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April 16, 2003

Reducing the Risk of Stroke

Author Affiliations

Letters Section Editor: Stephen J. Lurie, MD, PhD, Senior Editor.

JAMA. 2003;289(15):1927-1929. doi:10.1001/jama.289.15.1927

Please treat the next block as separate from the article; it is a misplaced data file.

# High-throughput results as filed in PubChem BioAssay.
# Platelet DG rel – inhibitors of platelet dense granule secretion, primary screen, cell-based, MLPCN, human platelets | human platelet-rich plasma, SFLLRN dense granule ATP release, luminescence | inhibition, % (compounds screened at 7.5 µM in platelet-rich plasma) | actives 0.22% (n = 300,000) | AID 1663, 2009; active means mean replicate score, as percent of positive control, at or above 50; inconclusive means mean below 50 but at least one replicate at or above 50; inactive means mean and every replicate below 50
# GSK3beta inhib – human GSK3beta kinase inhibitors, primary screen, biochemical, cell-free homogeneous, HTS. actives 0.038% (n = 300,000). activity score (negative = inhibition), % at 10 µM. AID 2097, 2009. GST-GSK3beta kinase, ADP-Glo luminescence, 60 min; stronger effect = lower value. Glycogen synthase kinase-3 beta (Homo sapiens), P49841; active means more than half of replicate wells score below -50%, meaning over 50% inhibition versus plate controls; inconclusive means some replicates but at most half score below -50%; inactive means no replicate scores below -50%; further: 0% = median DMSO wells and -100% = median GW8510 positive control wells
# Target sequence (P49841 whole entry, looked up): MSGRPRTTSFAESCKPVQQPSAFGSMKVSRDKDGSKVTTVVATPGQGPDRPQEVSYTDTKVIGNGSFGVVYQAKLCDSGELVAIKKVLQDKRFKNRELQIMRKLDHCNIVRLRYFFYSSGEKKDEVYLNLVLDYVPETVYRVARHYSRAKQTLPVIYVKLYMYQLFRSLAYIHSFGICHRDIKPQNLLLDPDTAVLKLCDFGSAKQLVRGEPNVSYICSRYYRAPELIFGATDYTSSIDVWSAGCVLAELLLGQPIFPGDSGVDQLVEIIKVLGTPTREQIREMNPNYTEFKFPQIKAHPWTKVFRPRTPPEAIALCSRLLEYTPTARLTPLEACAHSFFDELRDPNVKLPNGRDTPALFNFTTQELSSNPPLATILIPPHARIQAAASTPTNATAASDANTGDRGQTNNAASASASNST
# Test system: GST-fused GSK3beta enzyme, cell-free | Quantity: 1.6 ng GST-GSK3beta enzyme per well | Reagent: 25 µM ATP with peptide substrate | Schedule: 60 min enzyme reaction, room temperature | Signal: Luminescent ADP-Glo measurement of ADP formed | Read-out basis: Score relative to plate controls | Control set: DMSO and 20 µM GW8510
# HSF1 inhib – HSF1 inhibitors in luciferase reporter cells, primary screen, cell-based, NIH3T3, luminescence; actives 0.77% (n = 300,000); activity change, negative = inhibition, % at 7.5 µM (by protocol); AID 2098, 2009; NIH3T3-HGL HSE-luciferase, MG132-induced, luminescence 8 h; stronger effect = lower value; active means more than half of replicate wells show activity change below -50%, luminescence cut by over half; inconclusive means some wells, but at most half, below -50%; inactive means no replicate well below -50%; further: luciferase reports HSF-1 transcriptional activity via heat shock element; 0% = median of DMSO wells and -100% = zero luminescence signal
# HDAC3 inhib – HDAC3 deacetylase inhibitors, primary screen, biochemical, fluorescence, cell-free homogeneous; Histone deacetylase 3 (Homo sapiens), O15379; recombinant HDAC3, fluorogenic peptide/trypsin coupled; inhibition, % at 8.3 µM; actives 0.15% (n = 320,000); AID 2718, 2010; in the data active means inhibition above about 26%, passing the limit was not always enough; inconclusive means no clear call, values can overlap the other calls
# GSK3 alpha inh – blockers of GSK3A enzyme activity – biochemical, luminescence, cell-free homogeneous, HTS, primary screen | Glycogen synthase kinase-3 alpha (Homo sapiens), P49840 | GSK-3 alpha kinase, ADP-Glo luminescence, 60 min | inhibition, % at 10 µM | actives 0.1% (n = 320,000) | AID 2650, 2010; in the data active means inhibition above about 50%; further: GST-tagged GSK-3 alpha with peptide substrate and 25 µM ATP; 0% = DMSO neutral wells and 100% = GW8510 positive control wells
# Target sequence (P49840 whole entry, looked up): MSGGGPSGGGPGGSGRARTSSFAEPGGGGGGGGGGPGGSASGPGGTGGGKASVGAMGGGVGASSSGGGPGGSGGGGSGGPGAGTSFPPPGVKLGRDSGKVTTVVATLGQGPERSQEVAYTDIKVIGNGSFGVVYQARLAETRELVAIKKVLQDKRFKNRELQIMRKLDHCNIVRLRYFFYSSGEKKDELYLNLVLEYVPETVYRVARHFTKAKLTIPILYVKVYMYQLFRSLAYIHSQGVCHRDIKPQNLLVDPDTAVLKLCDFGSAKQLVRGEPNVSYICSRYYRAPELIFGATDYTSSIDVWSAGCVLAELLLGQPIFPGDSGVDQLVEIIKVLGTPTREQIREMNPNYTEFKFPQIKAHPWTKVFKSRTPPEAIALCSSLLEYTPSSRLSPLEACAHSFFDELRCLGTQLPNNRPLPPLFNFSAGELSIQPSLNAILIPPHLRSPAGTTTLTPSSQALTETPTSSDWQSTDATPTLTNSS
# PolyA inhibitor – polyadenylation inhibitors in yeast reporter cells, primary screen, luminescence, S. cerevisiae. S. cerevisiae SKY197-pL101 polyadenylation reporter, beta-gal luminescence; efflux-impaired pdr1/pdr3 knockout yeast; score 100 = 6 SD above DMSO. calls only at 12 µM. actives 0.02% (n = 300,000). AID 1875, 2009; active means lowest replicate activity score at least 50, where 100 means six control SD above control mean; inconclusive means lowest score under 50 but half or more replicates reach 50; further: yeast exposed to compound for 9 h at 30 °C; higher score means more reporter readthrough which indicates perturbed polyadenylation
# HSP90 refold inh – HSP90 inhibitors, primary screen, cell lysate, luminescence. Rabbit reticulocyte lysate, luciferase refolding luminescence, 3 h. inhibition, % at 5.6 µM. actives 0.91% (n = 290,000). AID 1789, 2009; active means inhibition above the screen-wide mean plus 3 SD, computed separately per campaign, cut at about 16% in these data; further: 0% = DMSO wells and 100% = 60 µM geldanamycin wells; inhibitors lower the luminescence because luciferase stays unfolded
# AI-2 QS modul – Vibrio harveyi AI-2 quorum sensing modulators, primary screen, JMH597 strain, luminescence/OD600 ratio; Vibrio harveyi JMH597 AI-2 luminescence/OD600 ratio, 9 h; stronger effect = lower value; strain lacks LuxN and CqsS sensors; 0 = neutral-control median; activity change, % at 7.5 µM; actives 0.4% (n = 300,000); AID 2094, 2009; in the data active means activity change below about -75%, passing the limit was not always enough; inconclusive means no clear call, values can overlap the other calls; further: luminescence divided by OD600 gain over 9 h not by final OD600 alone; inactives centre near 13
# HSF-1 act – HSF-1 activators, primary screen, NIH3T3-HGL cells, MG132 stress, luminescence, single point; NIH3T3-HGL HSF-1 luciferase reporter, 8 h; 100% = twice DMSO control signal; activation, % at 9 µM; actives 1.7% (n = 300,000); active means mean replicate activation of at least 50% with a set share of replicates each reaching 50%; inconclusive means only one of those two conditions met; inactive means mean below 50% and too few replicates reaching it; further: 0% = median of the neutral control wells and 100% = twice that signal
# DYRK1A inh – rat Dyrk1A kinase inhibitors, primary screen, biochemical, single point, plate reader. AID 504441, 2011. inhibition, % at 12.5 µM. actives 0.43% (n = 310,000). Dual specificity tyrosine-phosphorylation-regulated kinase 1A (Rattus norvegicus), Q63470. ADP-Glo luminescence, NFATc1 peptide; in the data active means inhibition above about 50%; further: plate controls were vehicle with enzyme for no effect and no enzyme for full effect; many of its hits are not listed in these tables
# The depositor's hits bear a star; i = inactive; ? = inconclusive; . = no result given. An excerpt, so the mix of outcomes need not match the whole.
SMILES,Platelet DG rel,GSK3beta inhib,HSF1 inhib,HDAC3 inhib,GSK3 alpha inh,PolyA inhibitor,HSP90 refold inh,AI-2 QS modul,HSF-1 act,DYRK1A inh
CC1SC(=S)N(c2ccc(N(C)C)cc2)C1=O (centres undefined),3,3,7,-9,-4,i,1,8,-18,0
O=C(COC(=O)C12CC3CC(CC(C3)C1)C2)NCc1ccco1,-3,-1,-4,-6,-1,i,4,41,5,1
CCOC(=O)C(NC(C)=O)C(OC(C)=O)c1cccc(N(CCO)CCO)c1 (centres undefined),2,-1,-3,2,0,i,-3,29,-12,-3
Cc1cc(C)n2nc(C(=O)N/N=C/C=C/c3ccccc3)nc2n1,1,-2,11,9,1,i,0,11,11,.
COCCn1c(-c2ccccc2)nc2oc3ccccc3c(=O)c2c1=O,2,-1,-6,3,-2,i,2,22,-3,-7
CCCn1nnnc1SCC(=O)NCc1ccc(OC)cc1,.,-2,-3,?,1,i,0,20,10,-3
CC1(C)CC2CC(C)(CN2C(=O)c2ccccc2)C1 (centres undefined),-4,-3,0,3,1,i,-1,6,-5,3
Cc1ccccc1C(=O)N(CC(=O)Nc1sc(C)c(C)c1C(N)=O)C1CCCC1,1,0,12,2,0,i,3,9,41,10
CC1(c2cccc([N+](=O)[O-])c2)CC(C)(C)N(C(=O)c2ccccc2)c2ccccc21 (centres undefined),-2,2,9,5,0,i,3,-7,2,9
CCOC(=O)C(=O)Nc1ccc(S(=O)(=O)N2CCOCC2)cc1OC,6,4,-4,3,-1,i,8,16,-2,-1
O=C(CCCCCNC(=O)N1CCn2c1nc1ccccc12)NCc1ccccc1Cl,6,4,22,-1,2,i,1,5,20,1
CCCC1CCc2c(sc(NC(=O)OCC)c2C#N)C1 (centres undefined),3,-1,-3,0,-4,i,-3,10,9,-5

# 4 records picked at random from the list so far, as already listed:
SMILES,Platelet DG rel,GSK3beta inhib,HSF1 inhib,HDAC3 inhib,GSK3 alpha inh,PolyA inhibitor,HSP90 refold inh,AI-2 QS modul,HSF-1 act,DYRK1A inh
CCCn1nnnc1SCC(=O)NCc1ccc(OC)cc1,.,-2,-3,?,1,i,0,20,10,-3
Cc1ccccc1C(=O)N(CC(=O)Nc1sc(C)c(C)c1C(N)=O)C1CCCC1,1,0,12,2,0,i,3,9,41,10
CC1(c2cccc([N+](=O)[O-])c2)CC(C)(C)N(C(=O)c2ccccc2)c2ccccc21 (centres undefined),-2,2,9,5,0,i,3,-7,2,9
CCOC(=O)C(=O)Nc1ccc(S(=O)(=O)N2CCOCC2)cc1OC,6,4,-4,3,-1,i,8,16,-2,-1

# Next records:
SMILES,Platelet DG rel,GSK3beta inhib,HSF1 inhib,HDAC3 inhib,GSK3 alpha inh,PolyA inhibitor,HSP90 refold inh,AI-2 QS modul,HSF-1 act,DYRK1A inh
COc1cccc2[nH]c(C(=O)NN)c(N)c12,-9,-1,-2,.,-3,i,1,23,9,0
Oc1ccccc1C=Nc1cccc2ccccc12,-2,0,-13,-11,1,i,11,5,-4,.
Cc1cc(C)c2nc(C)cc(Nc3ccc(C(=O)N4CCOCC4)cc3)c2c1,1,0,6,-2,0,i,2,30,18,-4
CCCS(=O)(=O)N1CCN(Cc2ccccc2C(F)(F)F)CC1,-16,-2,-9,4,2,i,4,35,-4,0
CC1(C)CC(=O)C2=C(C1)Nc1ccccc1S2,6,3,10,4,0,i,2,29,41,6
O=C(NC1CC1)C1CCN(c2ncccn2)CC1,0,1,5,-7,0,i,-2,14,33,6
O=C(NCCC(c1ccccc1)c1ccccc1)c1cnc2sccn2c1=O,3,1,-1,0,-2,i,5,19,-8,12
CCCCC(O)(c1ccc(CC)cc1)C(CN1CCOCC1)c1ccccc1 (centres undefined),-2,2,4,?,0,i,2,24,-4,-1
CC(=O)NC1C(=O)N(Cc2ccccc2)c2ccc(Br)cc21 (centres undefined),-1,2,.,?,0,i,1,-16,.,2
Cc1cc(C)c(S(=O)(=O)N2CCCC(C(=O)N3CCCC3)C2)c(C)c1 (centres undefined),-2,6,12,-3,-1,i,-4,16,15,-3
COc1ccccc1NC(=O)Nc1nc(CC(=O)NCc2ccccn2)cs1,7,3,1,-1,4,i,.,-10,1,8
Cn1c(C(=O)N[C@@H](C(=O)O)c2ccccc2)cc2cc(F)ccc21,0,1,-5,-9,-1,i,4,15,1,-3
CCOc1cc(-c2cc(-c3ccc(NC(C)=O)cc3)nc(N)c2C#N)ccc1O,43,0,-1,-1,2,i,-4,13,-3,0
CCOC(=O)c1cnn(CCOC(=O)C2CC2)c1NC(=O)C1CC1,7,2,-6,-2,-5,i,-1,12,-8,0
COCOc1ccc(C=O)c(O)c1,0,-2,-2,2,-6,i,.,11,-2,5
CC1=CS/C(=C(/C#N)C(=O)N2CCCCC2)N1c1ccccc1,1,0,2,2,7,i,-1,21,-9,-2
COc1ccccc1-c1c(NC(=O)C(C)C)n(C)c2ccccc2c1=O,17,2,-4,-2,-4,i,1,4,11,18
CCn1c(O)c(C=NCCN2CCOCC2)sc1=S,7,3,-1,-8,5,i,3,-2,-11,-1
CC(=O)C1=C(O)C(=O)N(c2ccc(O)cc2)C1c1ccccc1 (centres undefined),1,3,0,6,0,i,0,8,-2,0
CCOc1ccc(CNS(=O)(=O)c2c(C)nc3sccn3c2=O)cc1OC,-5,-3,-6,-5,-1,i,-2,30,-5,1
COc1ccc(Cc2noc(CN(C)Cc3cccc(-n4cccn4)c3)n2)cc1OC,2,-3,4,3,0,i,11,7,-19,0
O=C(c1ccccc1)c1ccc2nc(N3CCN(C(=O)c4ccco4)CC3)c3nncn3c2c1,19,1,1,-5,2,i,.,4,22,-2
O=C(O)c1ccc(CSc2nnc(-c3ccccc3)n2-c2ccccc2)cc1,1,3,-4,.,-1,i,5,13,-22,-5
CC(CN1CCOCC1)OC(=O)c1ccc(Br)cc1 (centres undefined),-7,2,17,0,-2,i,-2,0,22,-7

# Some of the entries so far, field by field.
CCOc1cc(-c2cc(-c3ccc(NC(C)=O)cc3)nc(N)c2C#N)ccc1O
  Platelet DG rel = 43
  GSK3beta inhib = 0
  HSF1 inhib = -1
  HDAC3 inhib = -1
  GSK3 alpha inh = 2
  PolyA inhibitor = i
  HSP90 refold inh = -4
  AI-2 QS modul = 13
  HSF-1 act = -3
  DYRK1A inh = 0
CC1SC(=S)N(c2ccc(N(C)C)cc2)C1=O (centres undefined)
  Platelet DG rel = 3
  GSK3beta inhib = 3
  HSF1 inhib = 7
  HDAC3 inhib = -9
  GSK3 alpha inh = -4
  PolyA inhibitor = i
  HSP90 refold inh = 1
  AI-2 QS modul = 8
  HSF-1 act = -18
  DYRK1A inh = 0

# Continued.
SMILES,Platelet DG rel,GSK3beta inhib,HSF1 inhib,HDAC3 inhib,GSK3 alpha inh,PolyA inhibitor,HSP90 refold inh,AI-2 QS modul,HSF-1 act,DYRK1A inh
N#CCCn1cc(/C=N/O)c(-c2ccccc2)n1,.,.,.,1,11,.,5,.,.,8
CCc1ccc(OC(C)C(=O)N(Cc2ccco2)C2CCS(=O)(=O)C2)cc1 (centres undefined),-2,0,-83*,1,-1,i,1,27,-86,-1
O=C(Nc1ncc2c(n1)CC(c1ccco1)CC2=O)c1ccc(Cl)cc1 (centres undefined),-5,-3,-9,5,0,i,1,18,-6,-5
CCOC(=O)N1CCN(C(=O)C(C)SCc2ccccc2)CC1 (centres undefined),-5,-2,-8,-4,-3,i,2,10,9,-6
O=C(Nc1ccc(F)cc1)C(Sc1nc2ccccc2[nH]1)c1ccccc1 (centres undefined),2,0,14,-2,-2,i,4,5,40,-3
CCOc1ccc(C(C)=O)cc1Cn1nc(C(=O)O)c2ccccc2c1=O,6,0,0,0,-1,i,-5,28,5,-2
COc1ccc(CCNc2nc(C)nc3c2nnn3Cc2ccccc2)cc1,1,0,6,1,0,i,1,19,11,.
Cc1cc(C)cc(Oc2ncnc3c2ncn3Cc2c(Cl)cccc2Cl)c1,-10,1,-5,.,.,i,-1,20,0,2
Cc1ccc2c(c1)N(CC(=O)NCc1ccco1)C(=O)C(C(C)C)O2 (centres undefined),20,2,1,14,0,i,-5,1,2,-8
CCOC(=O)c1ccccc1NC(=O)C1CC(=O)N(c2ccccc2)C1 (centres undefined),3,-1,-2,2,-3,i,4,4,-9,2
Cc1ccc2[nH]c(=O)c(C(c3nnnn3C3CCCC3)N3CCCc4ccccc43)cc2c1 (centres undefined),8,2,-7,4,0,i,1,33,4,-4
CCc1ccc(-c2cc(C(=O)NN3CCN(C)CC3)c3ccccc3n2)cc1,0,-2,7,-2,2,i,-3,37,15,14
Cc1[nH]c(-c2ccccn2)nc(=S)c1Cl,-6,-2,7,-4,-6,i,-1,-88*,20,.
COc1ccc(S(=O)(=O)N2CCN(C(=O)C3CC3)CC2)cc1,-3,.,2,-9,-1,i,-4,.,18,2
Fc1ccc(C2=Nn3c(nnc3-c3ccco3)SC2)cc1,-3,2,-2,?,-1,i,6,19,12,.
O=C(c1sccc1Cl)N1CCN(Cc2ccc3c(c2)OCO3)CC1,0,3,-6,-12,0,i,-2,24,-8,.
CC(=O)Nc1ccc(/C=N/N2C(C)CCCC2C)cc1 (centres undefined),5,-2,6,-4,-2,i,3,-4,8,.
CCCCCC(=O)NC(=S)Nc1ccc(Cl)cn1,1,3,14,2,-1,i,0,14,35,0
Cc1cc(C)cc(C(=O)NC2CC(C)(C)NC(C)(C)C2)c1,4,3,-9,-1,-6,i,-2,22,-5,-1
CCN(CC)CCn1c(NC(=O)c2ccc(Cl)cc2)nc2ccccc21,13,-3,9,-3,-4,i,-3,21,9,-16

In Reply: Like Dr Fournier and colleagues, we are uncertain about the possibility of class-specific differences in clinical outcomes (such as stroke or myocardial infarction) among antihypertensive drugs. Although debate continues about their relative efficacies, thiazide diuretics, β-blockers, angiotensin-converting enzyme inhibitors, angiotensin receptor blockers, and long-acting dihydropyridine calcium channel blockers have been shown to reduce the risk of stroke. However, given the results of the recently published ALLHAT trial1 and the relative costs of the various agents, we believe that thiazide diuretics remain the agents of first choice in hypertensive patients for the primary prevention of cardiovascular and cerebrovascular disease. Furthermore, a meta-regression of 27 antihypertensive drug trials found that the reductions in stroke (as well as other cardiovascular end points) from antihypertensive therapy observed in these trials could be explained by the achieved differences in SBP.2 Of note, this meta-regression included the CAPPP trial that Fournier et al mention.